Dmitri Volkogonov
Dmitri Antonovich Volkogonov was a Russian historian and officer.-Biography:...

 argue that the record of his government in this regard was highly uneven. A former official Soviet historian (turned staunch anti-communist), Volkogonov claims that Lenin was aware of pogroms carried out by units of the Red Army during the war with Poland, particularly those carried out by Semyon Budyonny's troops, though the whole issue was effectively ignored. Volkogonov writes that "While condemning anti-Semitism in general, Lenin was unable to analyze, let alone eradicate, its prevalence in Soviet society". Likewise, the hostility of the Soviet regime towards all religion made no exception for Judaism
Judaism
Judaism ) is the "religion, philosophy, and way of life" of the Jewish people...

, and the 1921 campaign against religion saw the seizure of many synagogues (whether this should be regarded as antisemitism is a matter of definitionsince Orthodox churches received the same treatment).

Yet, according to Jewish historian Zvi Gitelman: "Never before in Russian history—and never subsequently has a government made such an effort to uproot and stamp out antisemitism".

At the same time, the economic position of the Jewish population in USSR was not good. Soviet laws offered hardly any economic independence to artisans, and none whatever to traders. For many Jewish artisans and tradesmen, Soviet policies led to loss of their property and trade. On the other hand, thousands of Jewish semi-intellectuals and social failures have tested unlimited, uncensored power by joining the communist party and soviet bureaucracy.

According to the census of 1926
First All-Union Census of the Soviet Union
The First All Union Census of the Soviet Union took place in December 1926. It was an important tool in the state-building of the USSR, provided the government with important ethnographic information, and helped in the transformation from Imperial Russian society to Soviet society...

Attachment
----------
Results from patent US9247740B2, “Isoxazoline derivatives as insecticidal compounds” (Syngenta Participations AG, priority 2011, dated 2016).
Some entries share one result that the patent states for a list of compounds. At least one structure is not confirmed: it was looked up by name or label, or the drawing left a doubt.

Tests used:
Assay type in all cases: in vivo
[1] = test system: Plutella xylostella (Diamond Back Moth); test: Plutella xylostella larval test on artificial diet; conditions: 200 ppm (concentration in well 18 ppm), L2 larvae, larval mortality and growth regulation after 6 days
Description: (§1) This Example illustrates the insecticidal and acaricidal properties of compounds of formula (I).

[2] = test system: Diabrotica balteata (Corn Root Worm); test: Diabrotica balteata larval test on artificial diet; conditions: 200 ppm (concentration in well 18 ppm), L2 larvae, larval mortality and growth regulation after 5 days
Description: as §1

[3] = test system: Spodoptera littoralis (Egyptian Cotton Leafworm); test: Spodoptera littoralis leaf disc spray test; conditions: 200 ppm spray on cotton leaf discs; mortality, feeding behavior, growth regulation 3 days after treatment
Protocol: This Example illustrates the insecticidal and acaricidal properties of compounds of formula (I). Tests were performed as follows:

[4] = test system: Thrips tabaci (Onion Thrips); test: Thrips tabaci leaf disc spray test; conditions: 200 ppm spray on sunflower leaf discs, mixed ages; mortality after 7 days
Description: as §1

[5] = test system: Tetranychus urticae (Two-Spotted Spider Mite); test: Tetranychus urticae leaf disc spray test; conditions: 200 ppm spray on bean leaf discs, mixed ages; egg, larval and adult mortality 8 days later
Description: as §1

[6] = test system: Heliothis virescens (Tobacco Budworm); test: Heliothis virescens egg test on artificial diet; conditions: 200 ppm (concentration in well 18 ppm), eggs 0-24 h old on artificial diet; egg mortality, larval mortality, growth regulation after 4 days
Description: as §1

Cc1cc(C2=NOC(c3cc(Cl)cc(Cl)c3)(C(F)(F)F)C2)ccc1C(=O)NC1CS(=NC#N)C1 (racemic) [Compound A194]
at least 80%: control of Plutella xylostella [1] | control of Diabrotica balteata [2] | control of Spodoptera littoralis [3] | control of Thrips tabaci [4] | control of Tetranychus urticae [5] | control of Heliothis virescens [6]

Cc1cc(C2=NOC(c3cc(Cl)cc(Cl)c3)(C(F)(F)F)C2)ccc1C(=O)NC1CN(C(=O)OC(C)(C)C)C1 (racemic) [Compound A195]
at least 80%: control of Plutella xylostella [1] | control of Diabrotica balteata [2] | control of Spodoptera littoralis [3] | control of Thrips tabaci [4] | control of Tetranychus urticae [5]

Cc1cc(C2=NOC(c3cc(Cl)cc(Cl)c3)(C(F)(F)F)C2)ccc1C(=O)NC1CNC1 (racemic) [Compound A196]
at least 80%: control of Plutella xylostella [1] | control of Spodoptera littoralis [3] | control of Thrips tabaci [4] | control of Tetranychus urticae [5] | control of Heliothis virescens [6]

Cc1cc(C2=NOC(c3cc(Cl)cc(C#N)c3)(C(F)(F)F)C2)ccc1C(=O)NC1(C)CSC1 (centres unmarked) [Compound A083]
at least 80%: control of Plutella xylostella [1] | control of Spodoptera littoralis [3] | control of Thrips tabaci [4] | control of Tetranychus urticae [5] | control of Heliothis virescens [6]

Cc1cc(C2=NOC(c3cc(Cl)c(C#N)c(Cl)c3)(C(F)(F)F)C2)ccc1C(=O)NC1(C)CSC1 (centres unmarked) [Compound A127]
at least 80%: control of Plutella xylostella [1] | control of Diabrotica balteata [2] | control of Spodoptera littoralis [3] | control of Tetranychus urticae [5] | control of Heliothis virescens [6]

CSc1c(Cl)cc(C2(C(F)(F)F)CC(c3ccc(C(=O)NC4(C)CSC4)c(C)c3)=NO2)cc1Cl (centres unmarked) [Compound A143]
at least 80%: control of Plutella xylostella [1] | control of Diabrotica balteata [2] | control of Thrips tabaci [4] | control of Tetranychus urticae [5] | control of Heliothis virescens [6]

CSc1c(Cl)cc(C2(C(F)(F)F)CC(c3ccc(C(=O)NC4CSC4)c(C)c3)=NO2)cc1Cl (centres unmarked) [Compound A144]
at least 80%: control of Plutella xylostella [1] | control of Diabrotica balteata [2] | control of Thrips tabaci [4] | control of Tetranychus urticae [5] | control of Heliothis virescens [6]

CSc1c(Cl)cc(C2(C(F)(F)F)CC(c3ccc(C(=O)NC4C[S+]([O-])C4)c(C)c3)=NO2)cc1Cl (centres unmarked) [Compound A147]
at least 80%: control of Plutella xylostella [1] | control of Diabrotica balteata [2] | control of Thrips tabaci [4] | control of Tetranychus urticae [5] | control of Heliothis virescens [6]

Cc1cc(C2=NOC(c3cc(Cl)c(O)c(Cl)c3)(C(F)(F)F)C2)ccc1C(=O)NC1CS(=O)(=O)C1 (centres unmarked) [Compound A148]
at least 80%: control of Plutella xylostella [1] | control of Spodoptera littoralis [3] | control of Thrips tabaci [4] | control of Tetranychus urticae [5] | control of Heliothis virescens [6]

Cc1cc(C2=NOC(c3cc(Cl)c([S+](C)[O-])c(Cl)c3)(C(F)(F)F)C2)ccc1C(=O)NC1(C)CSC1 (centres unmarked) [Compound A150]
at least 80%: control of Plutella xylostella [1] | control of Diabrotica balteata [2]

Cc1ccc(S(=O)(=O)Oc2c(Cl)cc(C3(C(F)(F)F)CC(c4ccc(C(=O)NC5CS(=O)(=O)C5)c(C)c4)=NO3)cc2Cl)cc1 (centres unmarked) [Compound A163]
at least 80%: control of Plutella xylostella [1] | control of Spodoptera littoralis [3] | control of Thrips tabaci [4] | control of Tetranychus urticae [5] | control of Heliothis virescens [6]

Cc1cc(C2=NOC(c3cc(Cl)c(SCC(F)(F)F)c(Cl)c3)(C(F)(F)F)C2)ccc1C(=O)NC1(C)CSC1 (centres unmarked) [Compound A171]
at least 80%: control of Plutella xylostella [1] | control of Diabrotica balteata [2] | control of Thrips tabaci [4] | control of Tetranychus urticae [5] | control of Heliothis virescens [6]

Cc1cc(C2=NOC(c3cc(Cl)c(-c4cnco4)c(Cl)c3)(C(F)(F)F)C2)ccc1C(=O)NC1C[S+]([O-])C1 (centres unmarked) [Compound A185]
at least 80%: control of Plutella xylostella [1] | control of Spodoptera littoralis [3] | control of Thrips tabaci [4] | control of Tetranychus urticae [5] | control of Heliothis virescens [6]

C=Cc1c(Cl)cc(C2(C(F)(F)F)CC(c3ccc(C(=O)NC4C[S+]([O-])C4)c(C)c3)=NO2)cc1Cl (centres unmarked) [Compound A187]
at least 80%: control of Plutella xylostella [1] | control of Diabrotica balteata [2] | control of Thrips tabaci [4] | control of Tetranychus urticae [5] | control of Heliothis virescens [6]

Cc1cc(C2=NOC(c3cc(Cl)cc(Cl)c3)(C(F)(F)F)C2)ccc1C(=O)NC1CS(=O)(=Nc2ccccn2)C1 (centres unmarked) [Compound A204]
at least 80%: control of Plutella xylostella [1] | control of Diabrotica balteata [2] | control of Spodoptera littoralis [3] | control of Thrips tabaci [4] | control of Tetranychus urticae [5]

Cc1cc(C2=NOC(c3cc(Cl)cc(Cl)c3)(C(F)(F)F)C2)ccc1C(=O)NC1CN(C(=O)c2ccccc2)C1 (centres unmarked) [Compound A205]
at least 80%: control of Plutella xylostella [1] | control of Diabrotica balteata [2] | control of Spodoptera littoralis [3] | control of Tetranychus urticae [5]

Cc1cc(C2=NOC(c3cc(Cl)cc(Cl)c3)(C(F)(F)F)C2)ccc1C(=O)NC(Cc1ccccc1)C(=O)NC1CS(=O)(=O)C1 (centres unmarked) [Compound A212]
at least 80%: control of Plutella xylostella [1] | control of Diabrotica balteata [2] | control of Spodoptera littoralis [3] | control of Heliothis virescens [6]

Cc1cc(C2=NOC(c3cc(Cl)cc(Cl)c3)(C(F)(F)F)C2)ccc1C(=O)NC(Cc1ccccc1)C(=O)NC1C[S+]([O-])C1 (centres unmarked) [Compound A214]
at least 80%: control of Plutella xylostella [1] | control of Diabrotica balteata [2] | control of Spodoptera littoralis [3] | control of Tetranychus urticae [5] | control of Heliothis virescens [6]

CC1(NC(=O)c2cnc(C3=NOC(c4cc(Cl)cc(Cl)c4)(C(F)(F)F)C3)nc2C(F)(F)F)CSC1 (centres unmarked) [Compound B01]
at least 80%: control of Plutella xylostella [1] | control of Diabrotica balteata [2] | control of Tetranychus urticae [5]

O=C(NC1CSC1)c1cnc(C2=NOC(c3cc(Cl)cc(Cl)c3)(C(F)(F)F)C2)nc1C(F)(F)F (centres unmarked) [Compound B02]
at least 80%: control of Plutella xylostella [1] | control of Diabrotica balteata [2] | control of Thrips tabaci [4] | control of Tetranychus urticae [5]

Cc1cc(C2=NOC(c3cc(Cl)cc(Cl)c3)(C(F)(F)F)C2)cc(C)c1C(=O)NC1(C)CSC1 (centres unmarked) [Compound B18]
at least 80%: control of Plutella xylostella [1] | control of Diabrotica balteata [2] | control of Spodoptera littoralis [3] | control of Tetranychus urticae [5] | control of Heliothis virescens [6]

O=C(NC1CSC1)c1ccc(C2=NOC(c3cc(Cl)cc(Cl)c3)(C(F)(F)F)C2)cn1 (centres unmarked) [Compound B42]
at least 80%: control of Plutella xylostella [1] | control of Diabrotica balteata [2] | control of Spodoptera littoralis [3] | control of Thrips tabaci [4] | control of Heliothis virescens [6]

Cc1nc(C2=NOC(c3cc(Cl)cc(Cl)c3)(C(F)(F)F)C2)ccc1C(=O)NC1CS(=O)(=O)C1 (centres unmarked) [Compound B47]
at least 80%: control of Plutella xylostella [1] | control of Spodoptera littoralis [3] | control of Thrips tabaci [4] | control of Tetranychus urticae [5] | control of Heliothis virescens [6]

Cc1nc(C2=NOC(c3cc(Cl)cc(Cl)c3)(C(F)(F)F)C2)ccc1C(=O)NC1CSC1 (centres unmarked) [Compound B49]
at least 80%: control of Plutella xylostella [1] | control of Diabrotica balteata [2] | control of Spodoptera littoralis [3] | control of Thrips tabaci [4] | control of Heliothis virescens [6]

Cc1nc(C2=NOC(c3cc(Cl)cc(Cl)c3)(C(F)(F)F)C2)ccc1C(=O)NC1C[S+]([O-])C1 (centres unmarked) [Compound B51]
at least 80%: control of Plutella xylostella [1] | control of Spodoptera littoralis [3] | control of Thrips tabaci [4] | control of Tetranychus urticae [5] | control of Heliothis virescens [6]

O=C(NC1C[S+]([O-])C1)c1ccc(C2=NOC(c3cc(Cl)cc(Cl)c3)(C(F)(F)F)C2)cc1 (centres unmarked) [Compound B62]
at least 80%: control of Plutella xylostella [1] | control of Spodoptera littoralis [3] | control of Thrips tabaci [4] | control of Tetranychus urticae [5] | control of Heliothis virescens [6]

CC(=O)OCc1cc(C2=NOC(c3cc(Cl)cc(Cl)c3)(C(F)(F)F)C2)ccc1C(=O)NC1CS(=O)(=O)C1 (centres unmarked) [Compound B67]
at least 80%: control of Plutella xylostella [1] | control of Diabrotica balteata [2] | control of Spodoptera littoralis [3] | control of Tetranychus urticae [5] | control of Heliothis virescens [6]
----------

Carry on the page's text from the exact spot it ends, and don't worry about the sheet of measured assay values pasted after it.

, total number of Jews in USSR was 2,672,398of whom 59% lived in Ukrainian SSR
Ukrainian SSR
The Ukrainian Soviet Socialist Republic or in short, the Ukrainian SSR was a sovereign Soviet Socialist state and one of the fifteen constituent republics of the Soviet Union lasting from its inception in 1922 to the breakup in 1991...

, 15,2% in Byelorussian SSR
Byelorussian SSR
The Byelorussian Soviet Socialist Republic was one of fifteen constituent republics of the Soviet Union. It was one of the four original founding members of the Soviet Union in 1922, together with the Ukrainian SSR, the Transcaucasian SFSR and the Russian Soviet Federative Socialist Republic...

, 22% in Russian SFSR and 3,8% in other Soviet republics.

Soviet Union before World War II



Russian Jews were long considered a non-native Semitic
Semitic
In linguistics and ethnology, Semitic was first used to refer to a language family of largely Middle Eastern origin, now called the Semitic languages...

 ethnicity within a Slavic
Slavic peoples
The Slavic people are an Indo-European panethnicity living in Eastern Europe, Southeast Europe, North Asia and Central Asia. The term Slavic represents a broad ethno-linguistic group of people, who speak languages belonging to the Slavic language family and share, to varying degrees, certain...